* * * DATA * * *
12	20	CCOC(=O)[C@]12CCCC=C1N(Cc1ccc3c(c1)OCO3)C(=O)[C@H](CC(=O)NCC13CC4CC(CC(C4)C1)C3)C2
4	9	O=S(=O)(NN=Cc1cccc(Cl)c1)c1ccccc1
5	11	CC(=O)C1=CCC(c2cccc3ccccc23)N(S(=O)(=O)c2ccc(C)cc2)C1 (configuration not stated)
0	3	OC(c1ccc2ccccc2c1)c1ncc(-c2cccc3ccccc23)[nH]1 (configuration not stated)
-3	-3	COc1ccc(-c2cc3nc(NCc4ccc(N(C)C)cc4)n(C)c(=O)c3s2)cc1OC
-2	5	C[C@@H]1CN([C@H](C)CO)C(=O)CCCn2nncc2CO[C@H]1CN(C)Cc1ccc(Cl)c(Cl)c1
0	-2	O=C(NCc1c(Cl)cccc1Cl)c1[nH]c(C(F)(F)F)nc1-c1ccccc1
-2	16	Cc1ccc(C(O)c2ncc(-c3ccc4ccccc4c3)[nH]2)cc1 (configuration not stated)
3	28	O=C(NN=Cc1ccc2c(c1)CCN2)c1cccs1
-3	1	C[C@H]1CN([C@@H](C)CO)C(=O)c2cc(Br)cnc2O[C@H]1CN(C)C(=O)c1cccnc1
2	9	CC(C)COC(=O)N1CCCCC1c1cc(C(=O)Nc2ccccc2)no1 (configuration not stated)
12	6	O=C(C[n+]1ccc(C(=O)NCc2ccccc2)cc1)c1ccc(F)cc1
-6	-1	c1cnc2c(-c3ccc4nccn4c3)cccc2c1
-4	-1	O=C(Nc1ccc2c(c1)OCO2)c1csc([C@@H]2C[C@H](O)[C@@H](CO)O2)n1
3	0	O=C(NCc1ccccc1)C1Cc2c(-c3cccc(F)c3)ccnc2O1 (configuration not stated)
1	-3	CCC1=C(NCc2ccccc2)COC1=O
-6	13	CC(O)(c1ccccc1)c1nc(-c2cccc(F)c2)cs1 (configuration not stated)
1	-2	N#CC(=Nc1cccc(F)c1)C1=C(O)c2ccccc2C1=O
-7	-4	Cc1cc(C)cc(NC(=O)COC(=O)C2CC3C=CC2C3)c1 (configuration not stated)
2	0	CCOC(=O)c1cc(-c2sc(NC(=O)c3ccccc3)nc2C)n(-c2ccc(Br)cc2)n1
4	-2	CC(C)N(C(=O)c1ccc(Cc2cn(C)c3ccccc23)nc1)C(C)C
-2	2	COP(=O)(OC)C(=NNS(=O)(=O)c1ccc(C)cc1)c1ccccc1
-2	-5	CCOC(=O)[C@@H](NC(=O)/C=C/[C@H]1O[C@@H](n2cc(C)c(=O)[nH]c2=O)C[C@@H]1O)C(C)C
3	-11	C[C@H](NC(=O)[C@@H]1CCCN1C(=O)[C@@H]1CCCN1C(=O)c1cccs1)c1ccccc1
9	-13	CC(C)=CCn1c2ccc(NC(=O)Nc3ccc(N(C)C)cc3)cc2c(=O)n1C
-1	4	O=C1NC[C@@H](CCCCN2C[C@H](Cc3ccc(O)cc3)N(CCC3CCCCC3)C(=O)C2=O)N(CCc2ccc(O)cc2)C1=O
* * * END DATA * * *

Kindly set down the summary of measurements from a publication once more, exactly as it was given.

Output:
12	20	CCOC(=O)[C@]12CCCC=C1N(Cc1ccc3c(c1)OCO3)C(=O)[C@H](CC(=O)NCC13CC4CC(CC(C4)C1)C3)C2
4	9	O=S(=O)(NN=Cc1cccc(Cl)c1)c1ccccc1
5	11	CC(=O)C1=CCC(c2cccc3ccccc23)N(S(=O)(=O)c2ccc(C)cc2)C1 (configuration not stated)
0	3	OC(c1ccc2ccccc2c1)c1ncc(-c2cccc3ccccc23)[nH]1 (configuration not stated)
-3	-3	COc1ccc(-c2cc3nc(NCc4ccc(N(C)C)cc4)n(C)c(=O)c3s2)cc1OC
-2	5	C[C@@H]1CN([C@H](C)CO)C(=O)CCCn2nncc2CO[C@H]1CN(C)Cc1ccc(Cl)c(Cl)c1
0	-2	O=C(NCc1c(Cl)cccc1Cl)c1[nH]c(C(F)(F)F)nc1-c1ccccc1
-2	16	Cc1ccc(C(O)c2ncc(-c3ccc4ccccc4c3)[nH]2)cc1 (configuration not stated)
3	28	O=C(NN=Cc1ccc2c(c1)CCN2)c1cccs1
-3	1	C[C@H]1CN([C@@H](C)CO)C(=O)c2cc(Br)cnc2O[C@H]1CN(C)C(=O)c1cccnc1
2	9	CC(C)COC(=O)N1CCCCC1c1cc(C(=O)Nc2ccccc2)no1 (configuration not stated)
12	6	O=C(C[n+]1ccc(C(=O)NCc2ccccc2)cc1)c1ccc(F)cc1
-6	-1	c1cnc2c(-c3ccc4nccn4c3)cccc2c1
-4	-1	O=C(Nc1ccc2c(c1)OCO2)c1csc([C@@H]2C[C@H](O)[C@@H](CO)O2)n1
3	0	O=C(NCc1ccccc1)C1Cc2c(-c3cccc(F)c3)ccnc2O1 (configuration not stated)
1	-3	CCC1=C(NCc2ccccc2)COC1=O
-6	13	CC(O)(c1ccccc1)c1nc(-c2cccc(F)c2)cs1 (configuration not stated)
1	-2	N#CC(=Nc1cccc(F)c1)C1=C(O)c2ccccc2C1=O
-7	-4	Cc1cc(C)cc(NC(=O)COC(=O)C2CC3C=CC2C3)c1 (configuration not stated)
2	0	CCOC(=O)c1cc(-c2sc(NC(=O)c3ccccc3)nc2C)n(-c2ccc(Br)cc2)n1
4	-2	CC(C)N(C(=O)c1ccc(Cc2cn(C)c3ccccc23)nc1)C(C)C
-2	2	COP(=O)(OC)C(=NNS(=O)(=O)c1ccc(C)cc1)c1ccccc1
-2	-5	CCOC(=O)[C@@H](NC(=O)/C=C/[C@H]1O[C@@H](n2cc(C)c(=O)[nH]c2=O)C[C@@H]1O)C(C)C
3	-11	C[C@H](NC(=O)[C@@H]1CCCN1C(=O)[C@@H]1CCCN1C(=O)c1cccs1)c1ccccc1
9	-13	CC(C)=CCn1c2ccc(NC(=O)Nc3ccc(N(C)C)cc3)cc2c(=O)n1C
-1	4	O=C1NC[C@@H](CCCCN2C[C@H](Cc3ccc(O)cc3)N(CCC3CCCCC3)C(=O)C2=O)N(CCc2ccc(O)cc2)C1=O